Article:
Monday, June 6, 2011

The beautiful fluidity of language

Grand Tetons photo taken by me

At one point in my life I wanted to be a linguist. At another, an interpreter. I've studied a few languages, and now I'm a writer, so I guess you could say I have a lifelong interest in words. I'm pretty good at knowing what proper grammar is, but I'm fascinated by the way people use the English language in everyday speech.

Those of us who care, know that you can lie down, but you must lay something down. But nobody talks that way! I go in the house to lay down when I'm speaking out loud. It would sound so affected to say I'm going to lie down.

So the present tense of lie is becoming lay. Some day it will be standard English. That's the way standard English is formed, by usage. I love that about words. They are constantly being shifted and molded by the ways we use them.

There are people who want to capture words and set them in stone so that they never change. That will never happen! Language is a living thing. The only languages that are not changing are the dead languages, Latin, ancient Greek, things like that.

Someone mentioned the difference between the words 'that' and 'which'.* The first word is supposed to be used when removing it would make the sentence unclear. The building that is on the right is the one you should enter. Without the clause *that is on the right*, you don't know which building it is. Contrast with this. The building, which is painted green, is on the right. You can removed the *which* clause and the you still know which building it is. It's the one on the right, which happens to be painted green.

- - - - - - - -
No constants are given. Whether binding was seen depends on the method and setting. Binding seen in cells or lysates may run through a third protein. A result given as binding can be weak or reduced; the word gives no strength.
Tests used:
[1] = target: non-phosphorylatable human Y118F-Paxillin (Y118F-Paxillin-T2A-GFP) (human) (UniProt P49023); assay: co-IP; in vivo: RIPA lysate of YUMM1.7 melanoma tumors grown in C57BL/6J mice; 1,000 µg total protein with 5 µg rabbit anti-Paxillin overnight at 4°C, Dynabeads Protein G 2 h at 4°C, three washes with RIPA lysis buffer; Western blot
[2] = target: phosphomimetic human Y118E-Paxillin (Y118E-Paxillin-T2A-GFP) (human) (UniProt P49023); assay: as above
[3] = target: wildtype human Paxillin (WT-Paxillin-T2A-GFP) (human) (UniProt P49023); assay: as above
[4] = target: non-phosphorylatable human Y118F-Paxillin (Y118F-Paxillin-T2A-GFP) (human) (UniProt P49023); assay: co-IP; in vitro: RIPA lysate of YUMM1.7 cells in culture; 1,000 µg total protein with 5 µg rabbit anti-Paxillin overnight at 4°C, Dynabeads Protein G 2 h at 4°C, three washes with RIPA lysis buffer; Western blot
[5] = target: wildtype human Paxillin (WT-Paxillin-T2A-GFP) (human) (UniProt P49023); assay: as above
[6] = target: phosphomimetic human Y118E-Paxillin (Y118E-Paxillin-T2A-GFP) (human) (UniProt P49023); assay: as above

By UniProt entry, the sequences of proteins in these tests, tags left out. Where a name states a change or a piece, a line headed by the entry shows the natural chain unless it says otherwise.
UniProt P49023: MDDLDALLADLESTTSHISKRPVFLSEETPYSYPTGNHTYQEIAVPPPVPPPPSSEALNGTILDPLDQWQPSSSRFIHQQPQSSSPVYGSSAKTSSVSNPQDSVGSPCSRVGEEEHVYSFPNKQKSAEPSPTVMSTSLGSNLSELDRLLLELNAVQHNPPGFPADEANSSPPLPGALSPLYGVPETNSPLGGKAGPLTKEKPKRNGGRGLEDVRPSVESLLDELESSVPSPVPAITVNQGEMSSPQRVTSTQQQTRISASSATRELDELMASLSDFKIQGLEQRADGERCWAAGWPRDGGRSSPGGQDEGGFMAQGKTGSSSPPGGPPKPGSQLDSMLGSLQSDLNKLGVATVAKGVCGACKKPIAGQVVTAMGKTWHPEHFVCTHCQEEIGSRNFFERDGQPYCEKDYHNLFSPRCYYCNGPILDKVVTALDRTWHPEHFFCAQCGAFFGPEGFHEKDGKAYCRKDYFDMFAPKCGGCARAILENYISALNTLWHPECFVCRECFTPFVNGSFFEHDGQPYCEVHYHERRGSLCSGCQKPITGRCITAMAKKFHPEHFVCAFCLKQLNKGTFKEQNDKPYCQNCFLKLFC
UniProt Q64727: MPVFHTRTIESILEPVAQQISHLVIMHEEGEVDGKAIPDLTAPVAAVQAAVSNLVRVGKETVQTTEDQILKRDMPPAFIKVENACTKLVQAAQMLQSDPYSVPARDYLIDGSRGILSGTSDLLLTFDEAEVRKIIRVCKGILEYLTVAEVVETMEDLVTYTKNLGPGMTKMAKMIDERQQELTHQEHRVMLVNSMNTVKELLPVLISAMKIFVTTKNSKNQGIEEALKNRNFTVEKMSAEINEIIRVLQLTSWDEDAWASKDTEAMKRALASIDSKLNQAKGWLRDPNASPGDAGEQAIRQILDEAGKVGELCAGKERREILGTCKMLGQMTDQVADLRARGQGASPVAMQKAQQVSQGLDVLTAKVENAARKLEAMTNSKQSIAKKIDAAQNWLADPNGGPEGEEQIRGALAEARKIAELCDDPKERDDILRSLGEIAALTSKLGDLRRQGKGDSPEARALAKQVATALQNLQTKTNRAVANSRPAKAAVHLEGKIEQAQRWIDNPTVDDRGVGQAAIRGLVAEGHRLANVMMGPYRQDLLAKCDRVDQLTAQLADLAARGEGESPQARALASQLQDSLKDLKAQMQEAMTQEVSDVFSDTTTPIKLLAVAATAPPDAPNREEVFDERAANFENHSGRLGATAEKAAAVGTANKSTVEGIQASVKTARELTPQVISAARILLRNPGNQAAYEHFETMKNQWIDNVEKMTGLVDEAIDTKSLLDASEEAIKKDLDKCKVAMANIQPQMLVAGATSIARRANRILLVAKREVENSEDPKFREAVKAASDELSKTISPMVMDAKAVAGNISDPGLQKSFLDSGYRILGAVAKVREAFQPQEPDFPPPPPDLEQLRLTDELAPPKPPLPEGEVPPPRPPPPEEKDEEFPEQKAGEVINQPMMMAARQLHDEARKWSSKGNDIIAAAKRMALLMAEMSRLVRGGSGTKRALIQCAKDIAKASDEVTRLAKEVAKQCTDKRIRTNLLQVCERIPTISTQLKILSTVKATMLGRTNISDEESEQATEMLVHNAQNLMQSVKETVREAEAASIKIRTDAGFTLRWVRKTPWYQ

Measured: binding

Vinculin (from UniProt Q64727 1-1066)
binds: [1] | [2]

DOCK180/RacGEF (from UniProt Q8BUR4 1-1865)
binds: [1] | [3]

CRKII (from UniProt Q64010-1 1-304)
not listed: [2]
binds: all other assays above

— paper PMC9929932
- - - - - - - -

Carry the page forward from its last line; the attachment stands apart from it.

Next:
Anyway, someday those usages won't matter any more either, because the shifting sands of language will have covered up the difference. And the winds of time will have uncovered brand new words and brand new usages that we don't even know about yet.

It's beautiful.

*I know the single quote belongs inside the period for  Americans, but if the British can do it that way, and if I prefer it that way, I can do it on my own blog. It makes more sense, OK?


  1. Nice post. You might enjoy perusing the Language Log blog ( written by several linguists on topics of interest to the wider world.

    Edith (Linguist, now Writer) Maxwell

  2. Thanks, Edith. I'll look at that if I ever get two spare minutes. :) I did earmark it.

    Mary Ann, YES!

  3. Darn you, Edith, now I've gotten started on that fascinating blog! It's terrific! Like the May 31st topic: is *not* becoming *un-*, as in *I'm very not happy about this.* (Or is *very* being used as *so*?)

  4. I just spent twenty minutes reading comments on Language Log. That is not a good thing. I can already see that blog is habit-forming.

    *That's all right, Kaye. Punctuate any way you like.

  5. Great post. Reminds me of my linguistics classes in college! Thanks for sharing.

  6. I'm jealous you actually studied linguistics, Lacie! Thank you for stopping by.